No doubt the caveman and alien would have wildly differently interests, but I am confident that they would both share huge enthusiasm, manifested in curiosity or terror I can’t say, for the diversity of cultures represented in language and appearance. Add to that the nonchalant regard this phenomena garners from its participants, and I expect it would be absolutely confounding for both the alien and caveman alike.


No where in my travels across America is this spectrum of humanity shown more acutely than in the three packed decks of the ferry bound for Liberty Island.


What a treat, an honor, and most lasting – a responsibility.


Ferry ride from Manhattan to the Statue of Liberty.


I think I read somewhere that the Statue of Liberty is the most photographed object in the US. I figured this might be an angle you haven’t seen.


That evening I wasn’t able to meet up with a friend like I was looking forward to. Lucky for me, my bourbon was available on late notice, and at his masterful persuasion I ventured out to meet the social scene of Red Hook with Yelp and its single “$” filter as my map and compass.


The next day was a lovely denial of the outside world. My hosts returned from their overnight trip to the Hamptons, and at the conclusion of my final movie for the day we all went to a perfect dinner. I left through Manhattan the next morning happy to know my cousins better and content to know New York in ways I didn’t before.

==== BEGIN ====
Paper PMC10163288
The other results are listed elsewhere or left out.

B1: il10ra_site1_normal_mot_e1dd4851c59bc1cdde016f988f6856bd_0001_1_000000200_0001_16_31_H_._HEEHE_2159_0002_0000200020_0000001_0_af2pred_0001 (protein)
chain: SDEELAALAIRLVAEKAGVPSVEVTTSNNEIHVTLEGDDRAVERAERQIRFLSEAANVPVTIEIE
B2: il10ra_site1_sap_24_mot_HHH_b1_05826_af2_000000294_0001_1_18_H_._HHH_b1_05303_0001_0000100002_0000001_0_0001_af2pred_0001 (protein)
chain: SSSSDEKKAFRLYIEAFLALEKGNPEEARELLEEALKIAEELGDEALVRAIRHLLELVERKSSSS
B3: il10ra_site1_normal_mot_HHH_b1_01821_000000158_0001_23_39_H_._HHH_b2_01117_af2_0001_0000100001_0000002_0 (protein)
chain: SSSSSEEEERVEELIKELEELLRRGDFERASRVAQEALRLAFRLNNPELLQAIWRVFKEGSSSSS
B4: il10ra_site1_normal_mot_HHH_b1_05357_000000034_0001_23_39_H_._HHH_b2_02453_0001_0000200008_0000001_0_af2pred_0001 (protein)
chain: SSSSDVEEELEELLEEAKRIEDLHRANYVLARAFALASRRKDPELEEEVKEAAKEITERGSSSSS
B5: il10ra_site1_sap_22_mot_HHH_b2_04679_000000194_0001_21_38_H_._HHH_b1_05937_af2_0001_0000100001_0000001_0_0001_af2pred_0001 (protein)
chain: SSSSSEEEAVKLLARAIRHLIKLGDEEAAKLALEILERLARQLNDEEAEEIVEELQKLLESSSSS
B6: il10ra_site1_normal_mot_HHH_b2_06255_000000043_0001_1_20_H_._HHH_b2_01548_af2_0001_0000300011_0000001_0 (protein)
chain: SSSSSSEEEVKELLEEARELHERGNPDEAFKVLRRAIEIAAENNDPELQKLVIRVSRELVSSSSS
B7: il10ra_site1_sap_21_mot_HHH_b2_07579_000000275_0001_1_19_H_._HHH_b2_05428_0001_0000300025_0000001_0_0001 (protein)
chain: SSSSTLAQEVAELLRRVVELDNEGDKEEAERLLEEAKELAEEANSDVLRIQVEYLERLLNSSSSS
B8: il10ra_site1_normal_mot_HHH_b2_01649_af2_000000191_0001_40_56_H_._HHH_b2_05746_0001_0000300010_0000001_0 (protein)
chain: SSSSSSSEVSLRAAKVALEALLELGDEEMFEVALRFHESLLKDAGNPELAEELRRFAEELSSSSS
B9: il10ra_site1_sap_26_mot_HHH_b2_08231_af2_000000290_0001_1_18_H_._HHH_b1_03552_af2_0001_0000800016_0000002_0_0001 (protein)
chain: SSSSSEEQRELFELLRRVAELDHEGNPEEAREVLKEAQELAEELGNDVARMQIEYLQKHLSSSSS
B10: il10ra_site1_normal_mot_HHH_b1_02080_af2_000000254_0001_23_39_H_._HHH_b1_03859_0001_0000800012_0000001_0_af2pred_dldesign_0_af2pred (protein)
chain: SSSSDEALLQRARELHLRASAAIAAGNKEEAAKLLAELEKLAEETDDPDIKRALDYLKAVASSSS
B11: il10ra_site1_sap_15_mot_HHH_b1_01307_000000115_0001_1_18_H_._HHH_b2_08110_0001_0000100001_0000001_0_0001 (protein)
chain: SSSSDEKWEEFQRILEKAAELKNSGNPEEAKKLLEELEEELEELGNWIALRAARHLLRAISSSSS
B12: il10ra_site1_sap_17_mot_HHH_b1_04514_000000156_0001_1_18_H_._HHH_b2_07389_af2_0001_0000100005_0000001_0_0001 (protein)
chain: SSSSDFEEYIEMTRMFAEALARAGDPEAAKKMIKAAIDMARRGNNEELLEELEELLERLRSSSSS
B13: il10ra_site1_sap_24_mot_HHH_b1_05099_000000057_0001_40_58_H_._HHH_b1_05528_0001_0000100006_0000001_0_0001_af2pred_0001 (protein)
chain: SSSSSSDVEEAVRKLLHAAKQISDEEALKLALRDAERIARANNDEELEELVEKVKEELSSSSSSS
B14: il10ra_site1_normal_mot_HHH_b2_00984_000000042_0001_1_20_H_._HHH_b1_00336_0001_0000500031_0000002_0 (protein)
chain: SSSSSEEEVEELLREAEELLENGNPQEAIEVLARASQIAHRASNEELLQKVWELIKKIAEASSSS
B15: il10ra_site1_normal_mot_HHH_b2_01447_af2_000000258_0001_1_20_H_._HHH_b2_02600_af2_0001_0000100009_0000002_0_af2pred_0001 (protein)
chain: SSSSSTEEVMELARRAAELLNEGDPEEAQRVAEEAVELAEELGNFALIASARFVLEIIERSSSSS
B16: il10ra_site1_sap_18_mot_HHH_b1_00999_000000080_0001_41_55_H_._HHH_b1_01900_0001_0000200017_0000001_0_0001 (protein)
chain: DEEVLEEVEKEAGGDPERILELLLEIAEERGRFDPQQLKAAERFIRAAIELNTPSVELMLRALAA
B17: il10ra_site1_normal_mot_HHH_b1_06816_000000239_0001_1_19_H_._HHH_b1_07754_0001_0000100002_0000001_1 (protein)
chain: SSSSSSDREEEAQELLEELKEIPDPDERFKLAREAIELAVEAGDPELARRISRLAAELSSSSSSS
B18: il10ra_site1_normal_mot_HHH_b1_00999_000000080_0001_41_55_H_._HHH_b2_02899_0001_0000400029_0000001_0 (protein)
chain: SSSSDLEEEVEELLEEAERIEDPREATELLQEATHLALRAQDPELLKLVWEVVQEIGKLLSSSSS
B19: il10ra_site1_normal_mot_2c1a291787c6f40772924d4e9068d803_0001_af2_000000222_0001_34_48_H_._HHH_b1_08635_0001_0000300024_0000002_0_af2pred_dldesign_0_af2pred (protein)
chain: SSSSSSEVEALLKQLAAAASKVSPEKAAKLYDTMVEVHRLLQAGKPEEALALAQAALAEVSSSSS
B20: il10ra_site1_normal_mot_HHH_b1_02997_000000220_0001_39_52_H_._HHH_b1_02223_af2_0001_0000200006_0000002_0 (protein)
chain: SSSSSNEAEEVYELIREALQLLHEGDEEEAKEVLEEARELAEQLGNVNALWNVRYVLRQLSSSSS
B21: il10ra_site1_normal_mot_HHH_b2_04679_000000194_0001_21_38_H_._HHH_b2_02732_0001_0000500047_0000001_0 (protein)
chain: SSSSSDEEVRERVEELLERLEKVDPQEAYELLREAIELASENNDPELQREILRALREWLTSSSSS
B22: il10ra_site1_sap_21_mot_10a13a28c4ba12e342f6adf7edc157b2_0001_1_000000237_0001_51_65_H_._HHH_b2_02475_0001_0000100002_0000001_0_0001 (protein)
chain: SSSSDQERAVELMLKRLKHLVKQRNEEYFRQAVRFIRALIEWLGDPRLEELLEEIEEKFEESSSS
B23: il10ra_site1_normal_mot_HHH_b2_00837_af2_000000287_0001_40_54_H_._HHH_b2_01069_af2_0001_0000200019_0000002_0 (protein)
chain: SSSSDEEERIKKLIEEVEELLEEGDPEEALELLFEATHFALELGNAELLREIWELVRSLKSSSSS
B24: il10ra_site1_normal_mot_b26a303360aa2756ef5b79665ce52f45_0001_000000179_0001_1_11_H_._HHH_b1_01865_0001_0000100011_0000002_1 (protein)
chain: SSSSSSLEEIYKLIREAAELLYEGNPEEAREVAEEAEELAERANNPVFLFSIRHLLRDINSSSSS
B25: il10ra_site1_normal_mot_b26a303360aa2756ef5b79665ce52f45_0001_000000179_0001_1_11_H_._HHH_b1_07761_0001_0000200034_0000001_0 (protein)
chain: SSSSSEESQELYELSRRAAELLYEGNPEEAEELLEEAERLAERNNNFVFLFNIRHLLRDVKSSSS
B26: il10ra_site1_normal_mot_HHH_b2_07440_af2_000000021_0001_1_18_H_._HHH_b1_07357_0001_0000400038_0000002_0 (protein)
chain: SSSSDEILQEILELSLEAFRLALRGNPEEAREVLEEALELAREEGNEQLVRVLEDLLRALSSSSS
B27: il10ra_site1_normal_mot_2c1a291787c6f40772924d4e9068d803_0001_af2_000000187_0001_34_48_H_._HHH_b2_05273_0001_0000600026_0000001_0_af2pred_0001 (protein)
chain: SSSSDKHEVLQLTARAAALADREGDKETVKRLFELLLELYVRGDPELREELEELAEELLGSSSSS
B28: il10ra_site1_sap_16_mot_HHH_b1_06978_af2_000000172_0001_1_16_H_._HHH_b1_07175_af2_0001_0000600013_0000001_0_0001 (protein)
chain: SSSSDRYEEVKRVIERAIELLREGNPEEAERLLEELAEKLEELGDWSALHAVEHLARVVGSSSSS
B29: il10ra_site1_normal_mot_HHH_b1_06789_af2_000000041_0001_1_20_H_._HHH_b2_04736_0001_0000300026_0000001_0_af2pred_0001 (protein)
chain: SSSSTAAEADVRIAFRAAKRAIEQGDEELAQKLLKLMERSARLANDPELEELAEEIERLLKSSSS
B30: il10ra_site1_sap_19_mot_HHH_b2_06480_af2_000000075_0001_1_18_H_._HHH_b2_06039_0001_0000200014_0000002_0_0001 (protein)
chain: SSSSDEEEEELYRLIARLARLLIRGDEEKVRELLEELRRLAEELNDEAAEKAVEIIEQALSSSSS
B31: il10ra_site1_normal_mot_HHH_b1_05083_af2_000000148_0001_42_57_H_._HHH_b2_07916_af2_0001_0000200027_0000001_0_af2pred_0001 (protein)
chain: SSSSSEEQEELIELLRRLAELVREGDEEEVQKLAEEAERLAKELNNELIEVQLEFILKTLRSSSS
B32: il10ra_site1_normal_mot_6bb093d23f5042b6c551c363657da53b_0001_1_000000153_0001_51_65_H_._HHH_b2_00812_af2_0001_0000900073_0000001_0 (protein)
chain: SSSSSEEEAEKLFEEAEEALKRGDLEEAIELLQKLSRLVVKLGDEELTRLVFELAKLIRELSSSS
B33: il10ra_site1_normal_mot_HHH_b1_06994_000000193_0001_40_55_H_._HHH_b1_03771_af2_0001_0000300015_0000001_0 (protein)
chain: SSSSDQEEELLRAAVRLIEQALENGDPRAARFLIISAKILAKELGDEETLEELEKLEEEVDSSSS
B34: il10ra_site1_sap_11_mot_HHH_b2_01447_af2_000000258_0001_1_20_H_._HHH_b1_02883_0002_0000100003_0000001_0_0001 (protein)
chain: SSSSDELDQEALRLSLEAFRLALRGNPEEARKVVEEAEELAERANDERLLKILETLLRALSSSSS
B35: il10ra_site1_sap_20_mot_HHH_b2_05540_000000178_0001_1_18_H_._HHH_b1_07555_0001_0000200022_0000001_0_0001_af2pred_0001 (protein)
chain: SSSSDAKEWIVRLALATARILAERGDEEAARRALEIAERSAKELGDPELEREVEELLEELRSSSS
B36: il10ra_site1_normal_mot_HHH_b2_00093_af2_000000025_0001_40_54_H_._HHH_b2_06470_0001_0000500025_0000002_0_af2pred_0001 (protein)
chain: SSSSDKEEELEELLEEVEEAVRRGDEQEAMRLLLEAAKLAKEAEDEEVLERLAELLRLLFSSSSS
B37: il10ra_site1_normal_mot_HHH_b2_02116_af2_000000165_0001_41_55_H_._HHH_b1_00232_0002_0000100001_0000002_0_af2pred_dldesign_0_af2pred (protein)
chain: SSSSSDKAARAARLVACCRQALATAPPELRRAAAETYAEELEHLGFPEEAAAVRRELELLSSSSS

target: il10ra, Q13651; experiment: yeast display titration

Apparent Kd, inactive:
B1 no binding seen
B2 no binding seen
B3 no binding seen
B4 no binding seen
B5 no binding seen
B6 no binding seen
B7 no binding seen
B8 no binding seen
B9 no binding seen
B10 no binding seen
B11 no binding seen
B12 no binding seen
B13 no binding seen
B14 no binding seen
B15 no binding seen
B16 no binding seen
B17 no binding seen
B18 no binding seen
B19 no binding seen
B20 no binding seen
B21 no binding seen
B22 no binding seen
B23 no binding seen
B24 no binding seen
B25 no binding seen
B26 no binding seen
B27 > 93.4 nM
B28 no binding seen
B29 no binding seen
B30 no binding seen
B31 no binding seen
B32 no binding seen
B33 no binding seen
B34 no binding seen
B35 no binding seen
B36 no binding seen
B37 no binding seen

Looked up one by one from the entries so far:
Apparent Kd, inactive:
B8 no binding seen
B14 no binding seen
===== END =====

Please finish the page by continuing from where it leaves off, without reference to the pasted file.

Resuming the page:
Thanks Ian and Rachel! You guys rock.


Brooklyn Bridge, night 2.



On a later note, every New Yorker I talked to said they hadn’t gone to the 9/11 Museum. It makes more sense to me now that I’ve had time to think about why that might be. Obviously, it’s a tough event to revisit, especially if it was such a personal experience, but I think there’s more to it than that. If it were me, I would be apprehensive to see how other people behaved.


Going to the museum will bring up emotional memories, and those emotions will be stirred around with the frustrations associated with tourists, who, by no fault of their own, will generally be a little more detached and a little less respectful of the site. Anyways, I recommend going to have a look, seeing the folded steel in person is impactful. Take your patience, don’t feel like you have to see absolutely everything, and try to get there early to avoid the crowd.


You are allowed and encouraged to touch the folded beam on the right.